Boston coach Doc Rivers could not tell a lie, and he could not help joking about it, either. This was about 50 minutes before the streaking Knicks ruined his night by romping to a 108-89 win over his Celtics Sunday night at the Garden for their eighth straight win. The reason Rivers was laughing beforehand was the same one Knicks coach Mike Woodson wound up smiling about a bit afterward: It was brought to both men's attention how Heat president Pat Riley is suddenly snorting and pawing at the dirt down in Miami.
The Knicks and Celtics rarely share a common goal, but trying to figure out a way to take down the front-running Miami Heat this season is one of them. The Celtics were the last team to eliminate the Heat in the East. The Knicks would like to be the next one. There are still 10 regular-season games to navigate before the playoffs. But Riley -- breaking his self-imposed habit of long public silences this season, a practice he stuck to even during the Heat's 27-game winning streak -- is behaving and posturing as if the postseason is already on.
On Friday, Riley issued a statement through a team spokesman telling Celts general manager Danny Ainge to "shut the (expletive) up" for mocking LeBron James for complaining about taking too many hard fouls in a loss to Chicago. "He drew him out -- I'm very proud of him for that, he threw him a smoke bomb," Rivers laughed Sunday. "(Riley) doesn't come out for much. But Danny will bring that out in you, so ... "
On Sunday, Riley's Heat tweaked the San Antonio Spurs, whom they are battling for the best record in the league, by leaving a handful of stars at home for their only visit of the season to San Antonio -- the same stunt the Spurs pulled when they visited the Heat earlier this season. And the Heat did it knowing they might be risking the same $250,000 fine San Antonio got from the league.
Now, if he wants to, Riley has a golden chance to poke the Knicks in the eye, too, when they visit Miami on Tuesday. He could tweak the way the Knicks' 18-5 start wouldn't have been taken nearly as seriously if it hadn't included two early wins over the Heat. He could dismiss the Knicks' lead in this season's head-to-head meetings by pointing out if these meetings mean so much, why are the Knicks so admittedly focused on finishing with the second-best record in the East so they could avoid playing the Heat before the conference finals? Hell, Riley could just remind everyone he quit the Knicks by fax way back when, and now just generally dislikes them on principle. There is a lot to preen about, if he wants.
But when Woodson was asked for a reaction to the rumor that the Heat may sit LeBron James, Dwyane Wade and Mario Chalmers against the Knicks, same as they did against the Spurs, Woodson just shrugged a little and said in that imperturbable, slow as molasses way of his, "I really don't care."
"We've seen them enough."
A hint of a smile.
"They're pretty good," Woodson finally added. And the understatement made some people in his postgame press conference break up laughing.
Woodson and the rest of the Knicks have a right to smile and feel good after the season-saving month they just had. They won the head-to-head season series against the hated Celtics for the first time since the 2003-04 season with Sunday's rout.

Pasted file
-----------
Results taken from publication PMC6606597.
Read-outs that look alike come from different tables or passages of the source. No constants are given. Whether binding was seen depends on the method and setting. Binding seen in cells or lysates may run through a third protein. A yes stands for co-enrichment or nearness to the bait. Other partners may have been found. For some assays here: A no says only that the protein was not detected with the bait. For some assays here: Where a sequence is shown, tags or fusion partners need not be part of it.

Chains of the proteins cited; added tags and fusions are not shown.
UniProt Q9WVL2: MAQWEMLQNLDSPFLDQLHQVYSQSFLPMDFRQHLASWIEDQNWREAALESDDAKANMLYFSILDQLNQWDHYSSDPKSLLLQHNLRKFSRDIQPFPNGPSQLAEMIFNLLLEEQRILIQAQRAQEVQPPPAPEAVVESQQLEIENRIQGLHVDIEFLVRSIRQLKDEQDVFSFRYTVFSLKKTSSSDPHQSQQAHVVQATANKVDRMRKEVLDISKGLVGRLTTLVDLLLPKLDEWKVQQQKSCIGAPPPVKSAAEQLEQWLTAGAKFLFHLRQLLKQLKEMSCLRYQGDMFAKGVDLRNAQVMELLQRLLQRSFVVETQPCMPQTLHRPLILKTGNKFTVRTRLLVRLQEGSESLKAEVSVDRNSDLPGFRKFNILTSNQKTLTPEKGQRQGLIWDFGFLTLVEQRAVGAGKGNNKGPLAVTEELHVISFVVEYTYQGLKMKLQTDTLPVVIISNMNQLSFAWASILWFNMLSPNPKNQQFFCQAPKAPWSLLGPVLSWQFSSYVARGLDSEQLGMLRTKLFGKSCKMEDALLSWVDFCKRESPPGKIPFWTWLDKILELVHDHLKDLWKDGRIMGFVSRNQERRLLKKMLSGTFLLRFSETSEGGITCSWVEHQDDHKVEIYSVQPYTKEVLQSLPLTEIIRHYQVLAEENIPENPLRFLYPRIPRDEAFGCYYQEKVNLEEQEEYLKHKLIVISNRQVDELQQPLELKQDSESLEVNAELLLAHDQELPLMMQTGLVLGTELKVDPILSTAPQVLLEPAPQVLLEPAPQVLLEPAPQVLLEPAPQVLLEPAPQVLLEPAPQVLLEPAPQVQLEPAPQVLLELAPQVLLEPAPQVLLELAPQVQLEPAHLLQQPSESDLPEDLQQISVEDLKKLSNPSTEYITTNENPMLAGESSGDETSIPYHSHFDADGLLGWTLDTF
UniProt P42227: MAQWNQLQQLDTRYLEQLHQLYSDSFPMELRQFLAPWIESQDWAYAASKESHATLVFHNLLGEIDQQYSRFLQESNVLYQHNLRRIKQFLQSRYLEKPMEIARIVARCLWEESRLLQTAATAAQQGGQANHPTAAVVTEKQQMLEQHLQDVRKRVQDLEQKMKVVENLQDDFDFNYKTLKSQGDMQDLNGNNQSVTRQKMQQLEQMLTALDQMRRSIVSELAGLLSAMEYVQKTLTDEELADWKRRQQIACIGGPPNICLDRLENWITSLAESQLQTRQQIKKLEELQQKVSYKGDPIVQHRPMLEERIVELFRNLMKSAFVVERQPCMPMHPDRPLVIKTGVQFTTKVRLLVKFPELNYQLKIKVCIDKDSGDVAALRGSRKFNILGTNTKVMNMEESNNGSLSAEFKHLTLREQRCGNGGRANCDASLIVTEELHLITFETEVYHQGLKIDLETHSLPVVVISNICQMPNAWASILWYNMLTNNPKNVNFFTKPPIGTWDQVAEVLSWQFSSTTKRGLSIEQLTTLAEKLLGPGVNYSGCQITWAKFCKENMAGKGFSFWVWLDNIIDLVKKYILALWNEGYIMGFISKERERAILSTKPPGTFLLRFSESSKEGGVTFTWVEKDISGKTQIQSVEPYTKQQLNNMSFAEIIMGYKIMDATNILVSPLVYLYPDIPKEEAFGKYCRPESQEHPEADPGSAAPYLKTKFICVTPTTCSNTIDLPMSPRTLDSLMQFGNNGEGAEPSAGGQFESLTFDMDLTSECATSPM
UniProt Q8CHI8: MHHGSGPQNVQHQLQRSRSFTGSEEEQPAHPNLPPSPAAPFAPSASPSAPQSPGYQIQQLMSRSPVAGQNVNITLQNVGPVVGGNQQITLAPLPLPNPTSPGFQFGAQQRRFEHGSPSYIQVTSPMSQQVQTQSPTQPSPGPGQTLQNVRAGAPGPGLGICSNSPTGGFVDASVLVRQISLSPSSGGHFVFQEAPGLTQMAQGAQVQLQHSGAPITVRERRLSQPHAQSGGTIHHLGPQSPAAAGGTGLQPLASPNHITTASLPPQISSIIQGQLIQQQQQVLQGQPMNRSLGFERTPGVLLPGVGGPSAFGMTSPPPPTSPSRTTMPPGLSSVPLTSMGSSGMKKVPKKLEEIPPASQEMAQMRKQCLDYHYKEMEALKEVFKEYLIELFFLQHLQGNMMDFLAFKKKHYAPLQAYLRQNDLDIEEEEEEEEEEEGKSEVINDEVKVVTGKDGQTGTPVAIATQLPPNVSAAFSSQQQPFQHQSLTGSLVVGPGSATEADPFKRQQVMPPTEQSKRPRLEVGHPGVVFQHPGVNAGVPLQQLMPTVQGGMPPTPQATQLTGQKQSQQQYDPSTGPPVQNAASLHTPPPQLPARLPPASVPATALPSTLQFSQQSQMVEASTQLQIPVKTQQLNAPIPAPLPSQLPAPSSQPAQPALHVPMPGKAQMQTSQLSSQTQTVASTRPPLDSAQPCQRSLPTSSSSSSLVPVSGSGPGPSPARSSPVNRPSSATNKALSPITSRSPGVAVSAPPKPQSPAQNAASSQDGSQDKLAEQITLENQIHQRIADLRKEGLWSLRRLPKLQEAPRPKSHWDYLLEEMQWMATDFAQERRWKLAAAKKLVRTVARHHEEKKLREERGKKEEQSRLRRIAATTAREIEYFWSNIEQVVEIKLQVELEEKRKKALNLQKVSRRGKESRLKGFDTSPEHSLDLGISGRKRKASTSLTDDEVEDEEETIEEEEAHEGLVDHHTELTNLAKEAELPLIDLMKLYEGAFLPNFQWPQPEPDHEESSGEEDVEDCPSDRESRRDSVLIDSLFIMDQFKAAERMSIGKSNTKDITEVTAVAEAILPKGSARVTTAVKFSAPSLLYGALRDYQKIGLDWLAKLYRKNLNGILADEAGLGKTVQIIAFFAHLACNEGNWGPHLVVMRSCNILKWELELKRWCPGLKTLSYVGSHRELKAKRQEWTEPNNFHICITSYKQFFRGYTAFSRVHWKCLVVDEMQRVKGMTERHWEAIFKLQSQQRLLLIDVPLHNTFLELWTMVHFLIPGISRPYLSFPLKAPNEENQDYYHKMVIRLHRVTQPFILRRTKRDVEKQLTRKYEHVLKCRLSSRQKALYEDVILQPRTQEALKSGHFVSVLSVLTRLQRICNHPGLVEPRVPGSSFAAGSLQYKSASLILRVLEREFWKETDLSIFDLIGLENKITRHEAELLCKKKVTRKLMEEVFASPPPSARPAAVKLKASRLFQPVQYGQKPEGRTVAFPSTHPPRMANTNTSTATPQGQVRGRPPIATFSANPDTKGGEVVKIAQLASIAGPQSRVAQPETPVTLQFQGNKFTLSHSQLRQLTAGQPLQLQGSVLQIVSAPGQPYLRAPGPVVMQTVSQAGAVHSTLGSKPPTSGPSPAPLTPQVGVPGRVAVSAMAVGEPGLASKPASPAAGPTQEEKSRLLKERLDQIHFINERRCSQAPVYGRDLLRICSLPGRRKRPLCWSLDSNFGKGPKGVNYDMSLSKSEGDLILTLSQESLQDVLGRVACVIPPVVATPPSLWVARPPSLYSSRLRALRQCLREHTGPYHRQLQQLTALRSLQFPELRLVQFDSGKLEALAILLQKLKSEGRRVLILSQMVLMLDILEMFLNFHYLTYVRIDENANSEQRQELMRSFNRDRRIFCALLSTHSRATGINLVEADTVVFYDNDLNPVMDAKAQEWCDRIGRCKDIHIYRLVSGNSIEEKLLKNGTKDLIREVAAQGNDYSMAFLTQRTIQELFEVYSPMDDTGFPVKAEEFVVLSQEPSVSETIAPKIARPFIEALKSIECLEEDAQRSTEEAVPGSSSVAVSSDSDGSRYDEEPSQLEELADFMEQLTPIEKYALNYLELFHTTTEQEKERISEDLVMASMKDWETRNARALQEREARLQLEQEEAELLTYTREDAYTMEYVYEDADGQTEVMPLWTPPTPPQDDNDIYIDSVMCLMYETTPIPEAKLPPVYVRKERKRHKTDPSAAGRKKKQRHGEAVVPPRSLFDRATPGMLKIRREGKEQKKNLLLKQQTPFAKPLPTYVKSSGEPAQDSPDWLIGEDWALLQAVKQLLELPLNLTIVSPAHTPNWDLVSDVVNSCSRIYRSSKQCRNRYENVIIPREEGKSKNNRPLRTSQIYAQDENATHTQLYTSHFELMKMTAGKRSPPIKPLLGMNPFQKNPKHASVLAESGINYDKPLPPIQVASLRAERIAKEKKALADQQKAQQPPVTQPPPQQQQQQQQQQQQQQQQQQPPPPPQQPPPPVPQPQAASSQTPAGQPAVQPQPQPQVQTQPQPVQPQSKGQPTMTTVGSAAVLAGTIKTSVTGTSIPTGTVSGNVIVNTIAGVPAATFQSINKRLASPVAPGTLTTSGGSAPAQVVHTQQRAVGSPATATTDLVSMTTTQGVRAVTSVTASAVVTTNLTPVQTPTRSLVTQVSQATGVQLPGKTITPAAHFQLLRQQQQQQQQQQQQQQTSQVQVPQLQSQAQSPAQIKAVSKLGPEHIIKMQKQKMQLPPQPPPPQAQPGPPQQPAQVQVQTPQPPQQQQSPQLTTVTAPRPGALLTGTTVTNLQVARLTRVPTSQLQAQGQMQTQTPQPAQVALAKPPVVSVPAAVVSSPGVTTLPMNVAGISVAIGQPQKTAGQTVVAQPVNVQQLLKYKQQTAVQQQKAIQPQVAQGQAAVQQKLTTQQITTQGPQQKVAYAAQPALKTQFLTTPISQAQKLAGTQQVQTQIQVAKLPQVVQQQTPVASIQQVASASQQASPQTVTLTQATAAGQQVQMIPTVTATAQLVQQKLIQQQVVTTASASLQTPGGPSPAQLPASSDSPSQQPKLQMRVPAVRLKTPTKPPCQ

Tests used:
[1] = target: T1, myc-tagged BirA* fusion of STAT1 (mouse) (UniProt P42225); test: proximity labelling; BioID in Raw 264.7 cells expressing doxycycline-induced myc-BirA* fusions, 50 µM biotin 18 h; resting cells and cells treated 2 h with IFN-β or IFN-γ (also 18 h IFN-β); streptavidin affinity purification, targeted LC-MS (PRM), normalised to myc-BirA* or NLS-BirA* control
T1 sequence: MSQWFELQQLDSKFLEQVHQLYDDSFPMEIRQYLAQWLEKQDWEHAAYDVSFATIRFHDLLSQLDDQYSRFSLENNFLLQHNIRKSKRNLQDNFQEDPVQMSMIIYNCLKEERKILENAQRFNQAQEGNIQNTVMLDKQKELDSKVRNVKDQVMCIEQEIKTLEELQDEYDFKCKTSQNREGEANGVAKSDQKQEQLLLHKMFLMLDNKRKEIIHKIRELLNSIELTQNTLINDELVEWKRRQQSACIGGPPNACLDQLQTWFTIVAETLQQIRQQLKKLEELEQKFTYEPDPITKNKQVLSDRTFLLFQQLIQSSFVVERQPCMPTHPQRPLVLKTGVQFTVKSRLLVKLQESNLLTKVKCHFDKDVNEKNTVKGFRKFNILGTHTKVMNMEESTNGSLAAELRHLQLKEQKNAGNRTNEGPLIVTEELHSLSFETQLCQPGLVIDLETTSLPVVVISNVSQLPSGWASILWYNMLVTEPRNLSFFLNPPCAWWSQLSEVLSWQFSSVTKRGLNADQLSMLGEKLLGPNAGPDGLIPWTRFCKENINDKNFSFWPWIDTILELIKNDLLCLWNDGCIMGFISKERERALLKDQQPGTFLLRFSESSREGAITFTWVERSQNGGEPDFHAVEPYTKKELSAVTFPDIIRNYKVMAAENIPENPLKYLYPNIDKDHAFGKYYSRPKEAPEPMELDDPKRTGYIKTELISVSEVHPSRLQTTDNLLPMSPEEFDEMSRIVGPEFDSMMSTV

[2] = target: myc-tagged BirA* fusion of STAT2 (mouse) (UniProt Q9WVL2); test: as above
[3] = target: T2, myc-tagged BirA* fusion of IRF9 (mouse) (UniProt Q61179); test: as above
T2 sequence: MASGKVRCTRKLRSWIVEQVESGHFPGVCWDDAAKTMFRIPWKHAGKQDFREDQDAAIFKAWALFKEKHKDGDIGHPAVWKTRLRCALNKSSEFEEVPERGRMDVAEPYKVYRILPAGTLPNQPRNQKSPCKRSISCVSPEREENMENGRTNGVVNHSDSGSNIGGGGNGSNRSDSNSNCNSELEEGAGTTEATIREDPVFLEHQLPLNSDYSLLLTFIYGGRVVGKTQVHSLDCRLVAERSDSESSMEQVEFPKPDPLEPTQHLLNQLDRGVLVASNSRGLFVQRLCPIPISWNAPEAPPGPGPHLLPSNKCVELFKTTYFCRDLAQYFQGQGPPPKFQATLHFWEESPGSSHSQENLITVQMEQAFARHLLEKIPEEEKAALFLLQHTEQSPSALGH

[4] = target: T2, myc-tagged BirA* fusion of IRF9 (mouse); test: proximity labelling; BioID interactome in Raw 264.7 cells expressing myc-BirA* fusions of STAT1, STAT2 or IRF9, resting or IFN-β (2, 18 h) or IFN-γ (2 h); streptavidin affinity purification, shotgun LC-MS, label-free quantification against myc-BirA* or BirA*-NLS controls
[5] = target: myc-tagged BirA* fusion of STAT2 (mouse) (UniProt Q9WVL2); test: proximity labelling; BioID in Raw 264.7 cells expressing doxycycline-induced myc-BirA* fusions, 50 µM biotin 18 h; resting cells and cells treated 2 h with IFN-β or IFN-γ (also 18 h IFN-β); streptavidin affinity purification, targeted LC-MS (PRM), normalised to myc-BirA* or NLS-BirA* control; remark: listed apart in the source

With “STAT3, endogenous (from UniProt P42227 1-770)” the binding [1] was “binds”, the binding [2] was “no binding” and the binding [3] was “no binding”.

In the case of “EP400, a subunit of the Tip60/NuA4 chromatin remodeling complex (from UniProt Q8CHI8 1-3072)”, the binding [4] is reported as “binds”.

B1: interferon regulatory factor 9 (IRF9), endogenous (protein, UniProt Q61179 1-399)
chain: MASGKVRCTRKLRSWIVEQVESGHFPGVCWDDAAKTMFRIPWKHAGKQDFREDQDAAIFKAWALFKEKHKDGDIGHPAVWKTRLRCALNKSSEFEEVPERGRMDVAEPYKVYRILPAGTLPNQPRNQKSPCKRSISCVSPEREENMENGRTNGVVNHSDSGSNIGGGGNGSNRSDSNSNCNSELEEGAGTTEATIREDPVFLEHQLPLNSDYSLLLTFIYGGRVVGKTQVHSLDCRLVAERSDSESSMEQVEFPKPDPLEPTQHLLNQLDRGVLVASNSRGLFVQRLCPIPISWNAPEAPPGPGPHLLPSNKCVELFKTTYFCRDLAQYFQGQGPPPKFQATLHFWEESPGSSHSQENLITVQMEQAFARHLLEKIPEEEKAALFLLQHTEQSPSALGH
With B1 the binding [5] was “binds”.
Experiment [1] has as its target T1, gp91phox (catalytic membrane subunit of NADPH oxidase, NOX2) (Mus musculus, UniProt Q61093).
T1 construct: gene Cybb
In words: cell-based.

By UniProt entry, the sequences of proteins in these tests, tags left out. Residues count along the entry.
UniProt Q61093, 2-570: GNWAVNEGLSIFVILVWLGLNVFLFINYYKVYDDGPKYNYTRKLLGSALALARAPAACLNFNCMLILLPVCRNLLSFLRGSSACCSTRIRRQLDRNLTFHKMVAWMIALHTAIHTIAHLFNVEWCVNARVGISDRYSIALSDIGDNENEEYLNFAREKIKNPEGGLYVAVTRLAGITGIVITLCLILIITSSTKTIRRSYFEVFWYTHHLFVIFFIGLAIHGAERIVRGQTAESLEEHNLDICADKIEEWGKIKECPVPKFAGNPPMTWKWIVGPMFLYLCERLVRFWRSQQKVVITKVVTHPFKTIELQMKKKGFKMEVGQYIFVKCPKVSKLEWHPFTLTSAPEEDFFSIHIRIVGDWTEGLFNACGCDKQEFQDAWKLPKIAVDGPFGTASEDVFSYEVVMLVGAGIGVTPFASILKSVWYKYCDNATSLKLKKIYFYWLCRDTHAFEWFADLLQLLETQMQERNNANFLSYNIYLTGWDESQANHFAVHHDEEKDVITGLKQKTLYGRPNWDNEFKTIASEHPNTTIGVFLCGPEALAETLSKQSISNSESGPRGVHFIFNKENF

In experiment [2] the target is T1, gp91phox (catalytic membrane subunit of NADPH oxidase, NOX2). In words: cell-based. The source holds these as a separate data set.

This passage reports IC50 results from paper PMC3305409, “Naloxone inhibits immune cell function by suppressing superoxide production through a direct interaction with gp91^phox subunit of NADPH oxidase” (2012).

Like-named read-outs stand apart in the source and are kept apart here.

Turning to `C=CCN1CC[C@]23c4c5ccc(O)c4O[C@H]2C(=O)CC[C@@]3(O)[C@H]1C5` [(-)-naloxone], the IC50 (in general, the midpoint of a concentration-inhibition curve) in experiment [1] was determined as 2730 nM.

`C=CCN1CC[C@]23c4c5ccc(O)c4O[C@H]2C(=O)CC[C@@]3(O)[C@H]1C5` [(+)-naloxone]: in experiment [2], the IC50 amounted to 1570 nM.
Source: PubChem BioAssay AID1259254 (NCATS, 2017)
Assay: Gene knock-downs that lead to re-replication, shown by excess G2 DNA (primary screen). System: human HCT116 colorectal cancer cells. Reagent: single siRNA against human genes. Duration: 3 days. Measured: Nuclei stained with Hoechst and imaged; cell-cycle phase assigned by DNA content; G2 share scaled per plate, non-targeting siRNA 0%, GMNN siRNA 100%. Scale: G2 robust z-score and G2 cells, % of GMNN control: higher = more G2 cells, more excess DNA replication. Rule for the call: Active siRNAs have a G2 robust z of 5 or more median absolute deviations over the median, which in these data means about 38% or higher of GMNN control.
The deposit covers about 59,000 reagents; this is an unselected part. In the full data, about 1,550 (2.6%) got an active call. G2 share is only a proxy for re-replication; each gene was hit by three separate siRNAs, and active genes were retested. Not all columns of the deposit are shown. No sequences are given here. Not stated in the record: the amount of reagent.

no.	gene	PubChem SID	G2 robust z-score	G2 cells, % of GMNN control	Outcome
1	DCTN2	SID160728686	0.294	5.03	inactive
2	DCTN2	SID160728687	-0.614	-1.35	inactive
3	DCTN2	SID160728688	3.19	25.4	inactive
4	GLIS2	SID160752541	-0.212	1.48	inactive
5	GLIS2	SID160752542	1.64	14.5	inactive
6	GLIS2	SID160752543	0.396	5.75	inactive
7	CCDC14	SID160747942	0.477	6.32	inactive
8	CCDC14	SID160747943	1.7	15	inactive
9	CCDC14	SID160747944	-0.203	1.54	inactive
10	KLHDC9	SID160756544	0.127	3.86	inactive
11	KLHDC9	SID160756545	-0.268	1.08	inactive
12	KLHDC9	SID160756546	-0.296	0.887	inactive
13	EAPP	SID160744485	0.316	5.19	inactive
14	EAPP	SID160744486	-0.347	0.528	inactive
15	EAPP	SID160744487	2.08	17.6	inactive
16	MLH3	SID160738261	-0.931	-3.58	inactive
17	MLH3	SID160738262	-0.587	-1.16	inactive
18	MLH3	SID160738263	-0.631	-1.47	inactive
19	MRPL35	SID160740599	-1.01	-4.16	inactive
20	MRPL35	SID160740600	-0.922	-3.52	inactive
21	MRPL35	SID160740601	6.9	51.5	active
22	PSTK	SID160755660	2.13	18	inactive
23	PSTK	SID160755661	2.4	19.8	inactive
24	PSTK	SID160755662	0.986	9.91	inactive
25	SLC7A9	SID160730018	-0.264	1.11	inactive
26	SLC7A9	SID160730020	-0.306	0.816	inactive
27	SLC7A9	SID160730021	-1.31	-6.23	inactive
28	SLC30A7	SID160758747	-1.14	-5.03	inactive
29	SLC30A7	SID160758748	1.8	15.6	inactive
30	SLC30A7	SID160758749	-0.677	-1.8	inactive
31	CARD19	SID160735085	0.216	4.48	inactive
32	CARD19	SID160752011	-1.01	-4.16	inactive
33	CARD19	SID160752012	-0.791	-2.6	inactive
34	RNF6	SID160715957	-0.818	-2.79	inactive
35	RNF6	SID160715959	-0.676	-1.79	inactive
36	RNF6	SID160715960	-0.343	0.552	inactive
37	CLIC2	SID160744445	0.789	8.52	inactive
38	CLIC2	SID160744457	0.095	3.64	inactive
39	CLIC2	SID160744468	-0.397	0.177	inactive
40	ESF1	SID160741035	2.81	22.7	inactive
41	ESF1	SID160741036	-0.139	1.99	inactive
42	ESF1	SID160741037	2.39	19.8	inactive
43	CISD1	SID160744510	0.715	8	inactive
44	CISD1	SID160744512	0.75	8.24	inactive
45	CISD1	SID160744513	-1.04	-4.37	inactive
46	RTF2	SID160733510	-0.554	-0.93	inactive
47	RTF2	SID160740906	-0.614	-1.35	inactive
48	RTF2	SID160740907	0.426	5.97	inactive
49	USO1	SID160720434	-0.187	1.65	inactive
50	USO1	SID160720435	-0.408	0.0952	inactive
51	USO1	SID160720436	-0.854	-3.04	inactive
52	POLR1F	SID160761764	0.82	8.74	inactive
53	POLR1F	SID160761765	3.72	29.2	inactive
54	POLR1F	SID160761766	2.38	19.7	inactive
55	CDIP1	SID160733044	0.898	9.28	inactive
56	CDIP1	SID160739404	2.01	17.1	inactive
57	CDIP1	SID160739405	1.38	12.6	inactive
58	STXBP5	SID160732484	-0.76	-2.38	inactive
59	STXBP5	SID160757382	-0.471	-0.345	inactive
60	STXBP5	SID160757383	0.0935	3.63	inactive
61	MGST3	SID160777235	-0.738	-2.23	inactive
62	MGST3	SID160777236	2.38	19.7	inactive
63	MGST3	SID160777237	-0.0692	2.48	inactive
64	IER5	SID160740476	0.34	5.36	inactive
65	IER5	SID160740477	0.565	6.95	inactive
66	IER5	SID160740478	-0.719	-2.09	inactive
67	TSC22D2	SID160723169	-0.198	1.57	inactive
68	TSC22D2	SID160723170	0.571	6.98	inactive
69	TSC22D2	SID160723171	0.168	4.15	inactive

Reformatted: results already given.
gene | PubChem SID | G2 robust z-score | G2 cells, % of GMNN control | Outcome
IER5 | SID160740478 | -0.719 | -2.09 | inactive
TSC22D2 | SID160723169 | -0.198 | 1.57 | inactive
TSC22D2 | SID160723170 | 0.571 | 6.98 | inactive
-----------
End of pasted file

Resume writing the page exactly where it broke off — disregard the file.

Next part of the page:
The Knicks also ended their 18-game grind in March -- a stretch of the season that was predicted would be the death of them, especially once they started losing players to injuries -- with a 12-6 record.
And they continue to be on track for their first division title since 1994. That's not a misprint: 1994.
"It's a great month -- now we've got to figure out April," Woodson said.
As Woodson keeps pointing out, the Knicks are back to playing as well as they did at the start of the season. But what makes it more remarkable is they're doing it with a dramatically different cast. Amare Stoudemire, Rasheed Wallace and Tyson Chandler are all out (though Chandler could return in Miami Tuesday), and Jason Kidd's minutes are being trimmed. Scrap heap pickup Kenyon Martin, Celtics castoff Chris Copeland and Pablo Prigioni -- a 35-year-old NBA rookie -- were in the starting lineup against Boston Sunday instead.
And still the Knicks rolled.
New York has looked so good in its past two games against Boston, there's a credible argument to be make that the Knicks should actually be rooting to play the Celts, not the Bulls, in the first-round playoffs. And when's the last time the Knicks could say that?
Celts star Paul Pierce noticed it, too.
"If we play them in the playoffs and they think they got our number, we did it to ourselves," Pierce admitted after seeing the Knicks rain in 14 of the 27 3-pointers they shot Sunday, and pile up 23 assists to Boston's 12.
For all the talk about Chicago giving other teams a blueprint for stopping James and the Heat with the physical way they played them to break their winning streak, and for all the predictions that the Pacers -- whom the Knicks are battling for the No. 2 spot in the East -- are seemingly better equipped to execute the same game plan against Miami, Rivers hinted at one possible explanation for why the targets Riley was taking aim at over the weekend included neither of those teams.
When it comes to what it will take to unseat the Heat, Rivers said, "You've gotta have a firm belief, and I think that veteran teams probably have that advantage ... I think the Knicks believe that they can beat them. And so do we."
But again, the difference is the Knicks were better in their head-to-head series against both the Heat and the Celtics this year. The Knicks' faces keep changing, but the results stay the same.
When the Knicks play like they did Sunday, which is to say like they did early in the season, they have a right to believe anything is possible. March was supposed to be the death of them. Instead it only proved Miami isn't the only team in the East to fear.